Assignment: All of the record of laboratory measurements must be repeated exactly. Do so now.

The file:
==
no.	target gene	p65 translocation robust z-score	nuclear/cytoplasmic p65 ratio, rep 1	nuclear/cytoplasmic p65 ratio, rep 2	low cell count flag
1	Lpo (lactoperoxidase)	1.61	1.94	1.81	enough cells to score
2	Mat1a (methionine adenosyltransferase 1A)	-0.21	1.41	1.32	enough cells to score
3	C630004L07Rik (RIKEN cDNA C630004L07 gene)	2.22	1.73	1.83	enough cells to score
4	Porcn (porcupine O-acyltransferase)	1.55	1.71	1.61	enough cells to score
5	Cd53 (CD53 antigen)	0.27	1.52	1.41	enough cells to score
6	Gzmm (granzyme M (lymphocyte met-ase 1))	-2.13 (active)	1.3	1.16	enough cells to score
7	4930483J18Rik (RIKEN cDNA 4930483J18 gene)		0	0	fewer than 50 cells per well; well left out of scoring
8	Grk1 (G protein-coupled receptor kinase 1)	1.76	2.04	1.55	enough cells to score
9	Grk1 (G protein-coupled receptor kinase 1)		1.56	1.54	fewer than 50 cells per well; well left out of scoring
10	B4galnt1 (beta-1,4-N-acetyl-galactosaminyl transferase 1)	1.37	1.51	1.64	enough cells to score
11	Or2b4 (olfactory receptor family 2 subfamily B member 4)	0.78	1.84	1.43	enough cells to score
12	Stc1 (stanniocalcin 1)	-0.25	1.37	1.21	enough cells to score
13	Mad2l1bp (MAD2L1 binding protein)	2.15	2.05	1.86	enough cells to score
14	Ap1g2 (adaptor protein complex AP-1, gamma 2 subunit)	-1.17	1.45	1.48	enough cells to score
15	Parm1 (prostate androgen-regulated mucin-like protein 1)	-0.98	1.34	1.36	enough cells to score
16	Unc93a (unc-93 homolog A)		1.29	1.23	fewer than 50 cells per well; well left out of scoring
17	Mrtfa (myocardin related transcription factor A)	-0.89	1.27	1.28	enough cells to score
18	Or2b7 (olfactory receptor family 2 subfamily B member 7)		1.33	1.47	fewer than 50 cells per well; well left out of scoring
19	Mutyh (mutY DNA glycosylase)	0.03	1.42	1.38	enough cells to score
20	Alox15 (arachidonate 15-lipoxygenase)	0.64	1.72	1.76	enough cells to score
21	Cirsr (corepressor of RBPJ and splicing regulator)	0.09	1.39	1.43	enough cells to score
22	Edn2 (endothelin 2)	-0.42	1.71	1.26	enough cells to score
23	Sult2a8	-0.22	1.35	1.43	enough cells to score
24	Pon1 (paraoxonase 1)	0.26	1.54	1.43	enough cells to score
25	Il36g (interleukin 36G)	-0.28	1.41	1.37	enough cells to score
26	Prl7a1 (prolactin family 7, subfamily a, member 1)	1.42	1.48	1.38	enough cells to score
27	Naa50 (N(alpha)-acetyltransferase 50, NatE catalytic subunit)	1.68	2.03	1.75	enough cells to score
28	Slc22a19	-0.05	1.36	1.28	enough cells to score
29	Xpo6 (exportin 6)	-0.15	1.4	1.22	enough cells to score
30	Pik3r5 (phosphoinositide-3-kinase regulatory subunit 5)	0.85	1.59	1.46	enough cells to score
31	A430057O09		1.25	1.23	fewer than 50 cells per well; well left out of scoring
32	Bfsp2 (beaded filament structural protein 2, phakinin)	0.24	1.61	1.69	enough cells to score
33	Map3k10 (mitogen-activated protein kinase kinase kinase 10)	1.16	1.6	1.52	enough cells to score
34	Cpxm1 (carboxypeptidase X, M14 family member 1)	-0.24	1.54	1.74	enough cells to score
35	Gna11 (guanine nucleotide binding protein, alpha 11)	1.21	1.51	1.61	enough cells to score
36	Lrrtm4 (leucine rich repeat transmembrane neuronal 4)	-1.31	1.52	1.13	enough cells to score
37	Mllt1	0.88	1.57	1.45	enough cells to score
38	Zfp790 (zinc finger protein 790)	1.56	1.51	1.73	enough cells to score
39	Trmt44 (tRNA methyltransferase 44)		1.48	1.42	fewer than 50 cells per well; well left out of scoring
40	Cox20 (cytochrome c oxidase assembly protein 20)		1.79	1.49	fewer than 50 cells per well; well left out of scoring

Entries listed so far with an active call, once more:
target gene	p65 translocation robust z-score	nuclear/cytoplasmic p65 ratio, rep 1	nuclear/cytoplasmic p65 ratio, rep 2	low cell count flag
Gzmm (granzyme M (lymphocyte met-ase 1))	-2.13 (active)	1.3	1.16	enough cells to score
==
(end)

no.	target gene	p65 translocation robust z-score	nuclear/cytoplasmic p65 ratio, rep 1	nuclear/cytoplasmic p65 ratio, rep 2	low cell count flag
1	Lpo (lactoperoxidase)	1.61	1.94	1.81	enough cells to score
2	Mat1a (methionine adenosyltransferase 1A)	-0.21	1.41	1.32	enough cells to score
3	C630004L07Rik (RIKEN cDNA C630004L07 gene)	2.22	1.73	1.83	enough cells to score
4	Porcn (porcupine O-acyltransferase)	1.55	1.71	1.61	enough cells to score
5	Cd53 (CD53 antigen)	0.27	1.52	1.41	enough cells to score
6	Gzmm (granzyme M (lymphocyte met-ase 1))	-2.13 (active)	1.3	1.16	enough cells to score
7	4930483J18Rik (RIKEN cDNA 4930483J18 gene)		0	0	fewer than 50 cells per well; well left out of scoring
8	Grk1 (G protein-coupled receptor kinase 1)	1.76	2.04	1.55	enough cells to score
9	Grk1 (G protein-coupled receptor kinase 1)		1.56	1.54	fewer than 50 cells per well; well left out of scoring
10	B4galnt1 (beta-1,4-N-acetyl-galactosaminyl transferase 1)	1.37	1.51	1.64	enough cells to score
11	Or2b4 (olfactory receptor family 2 subfamily B member 4)	0.78	1.84	1.43	enough cells to score
12	Stc1 (stanniocalcin 1)	-0.25	1.37	1.21	enough cells to score
13	Mad2l1bp (MAD2L1 binding protein)	2.15	2.05	1.86	enough cells to score
14	Ap1g2 (adaptor protein complex AP-1, gamma 2 subunit)	-1.17	1.45	1.48	enough cells to score
15	Parm1 (prostate androgen-regulated mucin-like protein 1)	-0.98	1.34	1.36	enough cells to score
16	Unc93a (unc-93 homolog A)		1.29	1.23	fewer than 50 cells per well; well left out of scoring
17	Mrtfa (myocardin related transcription factor A)	-0.89	1.27	1.28	enough cells to score
18	Or2b7 (olfactory receptor family 2 subfamily B member 7)		1.33	1.47	fewer than 50 cells per well; well left out of scoring
19	Mutyh (mutY DNA glycosylase)	0.03	1.42	1.38	enough cells to score
20	Alox15 (arachidonate 15-lipoxygenase)	0.64	1.72	1.76	enough cells to score
21	Cirsr (corepressor of RBPJ and splicing regulator)	0.09	1.39	1.43	enough cells to score
22	Edn2 (endothelin 2)	-0.42	1.71	1.26	enough cells to score
23	Sult2a8	-0.22	1.35	1.43	enough cells to score
24	Pon1 (paraoxonase 1)	0.26	1.54	1.43	enough cells to score
25	Il36g (interleukin 36G)	-0.28	1.41	1.37	enough cells to score
26	Prl7a1 (prolactin family 7, subfamily a, member 1)	1.42	1.48	1.38	enough cells to score
27	Naa50 (N(alpha)-acetyltransferase 50, NatE catalytic subunit)	1.68	2.03	1.75	enough cells to score
28	Slc22a19	-0.05	1.36	1.28	enough cells to score
29	Xpo6 (exportin 6)	-0.15	1.4	1.22	enough cells to score
30	Pik3r5 (phosphoinositide-3-kinase regulatory subunit 5)	0.85	1.59	1.46	enough cells to score
31	A430057O09		1.25	1.23	fewer than 50 cells per well; well left out of scoring
32	Bfsp2 (beaded filament structural protein 2, phakinin)	0.24	1.61	1.69	enough cells to score
33	Map3k10 (mitogen-activated protein kinase kinase kinase 10)	1.16	1.6	1.52	enough cells to score
34	Cpxm1 (carboxypeptidase X, M14 family member 1)	-0.24	1.54	1.74	enough cells to score
35	Gna11 (guanine nucleotide binding protein, alpha 11)	1.21	1.51	1.61	enough cells to score
36	Lrrtm4 (leucine rich repeat transmembrane neuronal 4)	-1.31	1.52	1.13	enough cells to score
37	Mllt1	0.88	1.57	1.45	enough cells to score
38	Zfp790 (zinc finger protein 790)	1.56	1.51	1.73	enough cells to score
39	Trmt44 (tRNA methyltransferase 44)		1.48	1.42	fewer than 50 cells per well; well left out of scoring
40	Cox20 (cytochrome c oxidase assembly protein 20)		1.79	1.49	fewer than 50 cells per well; well left out of scoring

Entries listed so far with an active call, once more:
target gene	p65 translocation robust z-score	nuclear/cytoplasmic p65 ratio, rep 1	nuclear/cytoplasmic p65 ratio, rep 2	low cell count flag
Gzmm (granzyme M (lymphocyte met-ase 1))	-2.13 (active)	1.3	1.16	enough cells to score